I open my eyes, stretch my limbs and look at the clock. It’s 9am on Christmas Eve, and the house already smells of my Dad’s Christmas Ham.
Ever since I was young, this scent filled my bedroom as I got ready - only further fuelling my excitement for the day ahead. The first smell to hit my nose was usually that of an enormous side of gammon, simmering in salty water. But as I edged closer downstairs, towards the kitchen, the sweet scent of honey and mustard hit me, followed by the *clink clink clink* sound of a metal spoon hitting the side of a Pyrex jug repeatedly. Next I’d see my dad, looking up, smiling at me, giving me a morning greeting and most likely asking for me to make him a coffee as he stirs the mixture he’s lovingly concocted as I snoozed.
This is a memory, or a knot of memories tied together from the strings of past Christmases, that sits as close to my heart as possible. My dad passed away at the end of last year, so 2018 was the last I smelled, and tasted, of his (according to him) ‘famous’ Christmas ham.
If I cook bacon at home, I get a sample of the smell, like when you spray a strip of paper with aftershave at Boots. But it’s nowhere near the same thing - the initial sharp saltiness hits your nose, deftly followed by syrupy honey and intense mustard - it’s like nothing else to me. It instantly transports me to happy times, when my dad was excited to get the festivities underway. My stomach registers the smell as the start of something big, it preparing to receive an obscene amount of Christmas food, like a trigger.
exclamations of joy, buttered bread and a second cup of tea
Dad’s simple tradition, which he told me harked back to his childhood, was to eat ham and pork pie with coffee or tea on Christmas morning, usually about halfway through unwrapping presents. And if you didn’t have tomato ketchup on the side, you may as well not bother.
I realise that this tradition makes my dad sound like a medieval knight feasting on whole sides of ham and pie with his bare hands (I kind of like that image to be honest, now I’ve typed it). My dad was a simple man, he loved his garden, listening to test cricket on the radio and spending time with his family. He wasn’t massive on cooking, unlike myself, which made his monster Christmas ham all the more special and befitting for him. A lump of meat, plus another lump of minced meat wrapped in pastry, that was my dad as food personified.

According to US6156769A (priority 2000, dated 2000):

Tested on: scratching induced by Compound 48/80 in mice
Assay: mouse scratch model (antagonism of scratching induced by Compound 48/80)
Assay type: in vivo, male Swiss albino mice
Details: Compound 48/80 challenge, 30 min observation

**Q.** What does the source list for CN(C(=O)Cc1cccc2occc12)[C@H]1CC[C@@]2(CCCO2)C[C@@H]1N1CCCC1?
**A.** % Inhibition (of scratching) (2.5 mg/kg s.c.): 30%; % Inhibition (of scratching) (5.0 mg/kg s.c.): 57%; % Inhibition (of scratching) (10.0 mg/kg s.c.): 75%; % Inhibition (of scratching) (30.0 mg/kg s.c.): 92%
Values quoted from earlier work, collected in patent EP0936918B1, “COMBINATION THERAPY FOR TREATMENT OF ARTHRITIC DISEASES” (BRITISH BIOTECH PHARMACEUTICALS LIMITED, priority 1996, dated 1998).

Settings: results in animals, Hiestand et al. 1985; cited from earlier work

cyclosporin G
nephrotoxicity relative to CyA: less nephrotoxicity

The preparation of the ham also resembled him as he was. I remember him slathering the joint in honey and mustard - unmeasured, might I add. The only time my dad didn’t measure something, he was usually meticulous with measurements. See: the bar he built in our back garden one summer, perfectly measured, no mistakes.
He’d then stick in the oven on an undefined temperature for an undefined amount of time. Yet it always came out perfect – brown, almost black on top where the honey and mustard mix had caramelised, and perfectly moist in the middle.
The first thick slice was 50% crust, and me and dad usually split it between ourselves and mum, who usually showed up once it had come out of the oven, almost instinctively. This was usually followed by exclamations of joy, buttered bread and a second cup of tea or coffee. Or beer, or wine, maybe even whisky? That part of my memory is hazy, understandably.
I remember biting through the crust, making my way to the juicy middle. Salt, almost too much salt, combined with candied honey and punches of wholegrain mustard.
One time my dog, Alfie, who my dad absolutely adored, jumped up the kitchen counter and stole about 3-4 thick slices. He spent the rest of the day drinking water from his bowl, trying to combat the threat of dehydration brought on by wolfing down multiple portions of sodium-rich ham.
and with that, the responsibility fell on me
Christmas 2019 came around, without the same feeling of joy and happiness. We were distraught, but our family isn’t one to just give in to sadness - my dad wouldn’t have wanted that. So we soldiered on, and I was determined to keep one of our very few traditions alive.
Mum came home with a big side of gammon from the butchers, and with that, the responsibility fell on me. I’m not unfamiliar with the kitchen, I cook and bake to a decent standard, and I really enjoy it, so what pressure could there be?
The only issue was, as I mentioned earlier, that dad never measured his ingredients, so the whole thing was a guessing game. But all of those years of watching my dad prepare the ham guided me along the path to glazed ham glory.
To cut a long story short, it came out perfectly. Caramelised crust, moist middle, thick slabs, bread, butter, beer.
The smell as it cooked, as we sat and chatted about dad, invoked all previous memories of him. And that’s the power of food, it can bring a range of emotions to the forefront of your mind. Whether it’s the tomato-laden scent of your mum’s lasagne cooling on the kitchen top after you’ve been out playing with your mates all day, the gaseous smell of boiled cabbage making you want to run and hide in your bedroom or the dreamy waft of fresh doughnuts beachside, food is a powerful tool to elicit memories.
I plan on carrying on dad’s tradition, it’ll be one of the many ways to remember him by. It’s one of my favourites, because it means I get to cook. We don’t have many, if any, family food traditions, but the one we do have is as special as they get.